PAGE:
Surprisingly, given the organizers’ legal troubles, police have never really been a problem for the PEACE EAST festival. Reeve-Enns says she’s talked with officers in Middle Musquodoboit about the festival, but they were mainly concerned the event would have security (it does). First aid? Waste collection? Insurance? Check. Check. Check.
“Usually with these kind of festivals the police just park and make sure that nobody’s drinking and driving around the event. That’s kind of a nice thing,” she says. “I don’t want anybody drinking and driving.”
To be fair, most outdoor music festivals aren’t so, well, academic. They don’t often feature so many public talks and workshops. Patients will be sharing their personal stories, while facilitators like Reeve-Enns show how to process cannabis more cost-effectively.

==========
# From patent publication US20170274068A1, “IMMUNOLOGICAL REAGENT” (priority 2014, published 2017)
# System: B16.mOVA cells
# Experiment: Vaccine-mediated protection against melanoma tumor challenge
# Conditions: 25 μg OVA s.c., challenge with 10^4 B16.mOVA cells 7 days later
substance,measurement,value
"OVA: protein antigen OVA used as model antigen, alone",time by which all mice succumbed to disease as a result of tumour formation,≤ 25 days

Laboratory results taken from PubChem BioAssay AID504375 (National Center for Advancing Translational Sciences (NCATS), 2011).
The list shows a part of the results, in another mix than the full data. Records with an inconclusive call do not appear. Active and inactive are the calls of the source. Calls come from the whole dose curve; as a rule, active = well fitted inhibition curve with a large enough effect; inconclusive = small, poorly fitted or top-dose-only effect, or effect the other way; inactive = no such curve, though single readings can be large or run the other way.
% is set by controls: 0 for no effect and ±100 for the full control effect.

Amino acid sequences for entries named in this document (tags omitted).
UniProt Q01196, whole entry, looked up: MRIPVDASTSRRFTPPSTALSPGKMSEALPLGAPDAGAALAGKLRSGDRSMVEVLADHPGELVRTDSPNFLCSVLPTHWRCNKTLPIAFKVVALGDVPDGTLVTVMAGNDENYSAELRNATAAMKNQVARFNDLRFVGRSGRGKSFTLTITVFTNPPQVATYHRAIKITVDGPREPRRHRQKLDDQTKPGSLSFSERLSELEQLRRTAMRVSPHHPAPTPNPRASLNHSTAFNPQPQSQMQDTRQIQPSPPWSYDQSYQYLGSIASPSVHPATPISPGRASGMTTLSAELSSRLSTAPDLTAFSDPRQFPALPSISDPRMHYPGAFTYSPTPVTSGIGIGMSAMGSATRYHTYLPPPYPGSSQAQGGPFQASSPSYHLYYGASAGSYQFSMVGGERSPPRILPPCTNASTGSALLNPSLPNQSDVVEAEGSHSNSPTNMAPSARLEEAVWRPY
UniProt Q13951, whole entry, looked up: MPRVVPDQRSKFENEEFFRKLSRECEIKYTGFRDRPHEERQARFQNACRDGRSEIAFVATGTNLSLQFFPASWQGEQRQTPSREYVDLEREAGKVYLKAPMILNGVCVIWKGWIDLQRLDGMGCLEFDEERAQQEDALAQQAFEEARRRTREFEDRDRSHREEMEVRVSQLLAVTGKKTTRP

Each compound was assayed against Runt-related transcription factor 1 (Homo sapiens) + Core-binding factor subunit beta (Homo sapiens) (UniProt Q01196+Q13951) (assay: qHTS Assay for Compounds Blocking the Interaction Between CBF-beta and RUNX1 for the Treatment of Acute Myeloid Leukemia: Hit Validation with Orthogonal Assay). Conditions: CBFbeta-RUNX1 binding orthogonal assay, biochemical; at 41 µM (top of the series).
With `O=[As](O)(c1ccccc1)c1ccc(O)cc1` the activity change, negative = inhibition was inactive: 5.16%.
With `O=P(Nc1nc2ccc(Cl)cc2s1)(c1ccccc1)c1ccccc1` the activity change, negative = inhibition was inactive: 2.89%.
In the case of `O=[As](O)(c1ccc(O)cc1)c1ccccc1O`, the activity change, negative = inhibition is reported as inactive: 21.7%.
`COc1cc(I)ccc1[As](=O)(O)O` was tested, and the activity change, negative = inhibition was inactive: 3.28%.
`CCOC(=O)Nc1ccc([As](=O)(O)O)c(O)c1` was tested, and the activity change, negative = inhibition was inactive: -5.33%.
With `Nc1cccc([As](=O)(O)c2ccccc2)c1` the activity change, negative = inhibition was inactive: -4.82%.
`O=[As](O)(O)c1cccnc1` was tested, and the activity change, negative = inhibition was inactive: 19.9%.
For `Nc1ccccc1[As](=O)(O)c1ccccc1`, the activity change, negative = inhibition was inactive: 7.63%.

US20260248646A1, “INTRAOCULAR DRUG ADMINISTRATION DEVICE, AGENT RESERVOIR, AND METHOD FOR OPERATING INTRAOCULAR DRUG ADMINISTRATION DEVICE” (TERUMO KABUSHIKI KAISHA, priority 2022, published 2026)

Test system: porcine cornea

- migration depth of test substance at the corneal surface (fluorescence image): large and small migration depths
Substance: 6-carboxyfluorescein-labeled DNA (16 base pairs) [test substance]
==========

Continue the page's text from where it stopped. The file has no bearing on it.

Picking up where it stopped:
“We don’t try to focus too much on giving people too much information, cause they can always come see us anytime of the year at any one of our businesses,” Reeve-Enns says. “We hope to inspire people more than anything.”
Inspire, and celebrate the often futile work that goes into fighting the war on the war on drugs. Don’t worry, there’s also plenty of music. Other common PEACE EAST side effects include a calmer atmosphere than is often found at some other outdoor festivals.
“It’s much more green and far less alcohol oriented,” says Reeve-Enns.
Jonas Colter only recently became aware of PEACE EAST, but he’s been a supporter of legalizing pot “since I smoked my first joint at the age of 14.”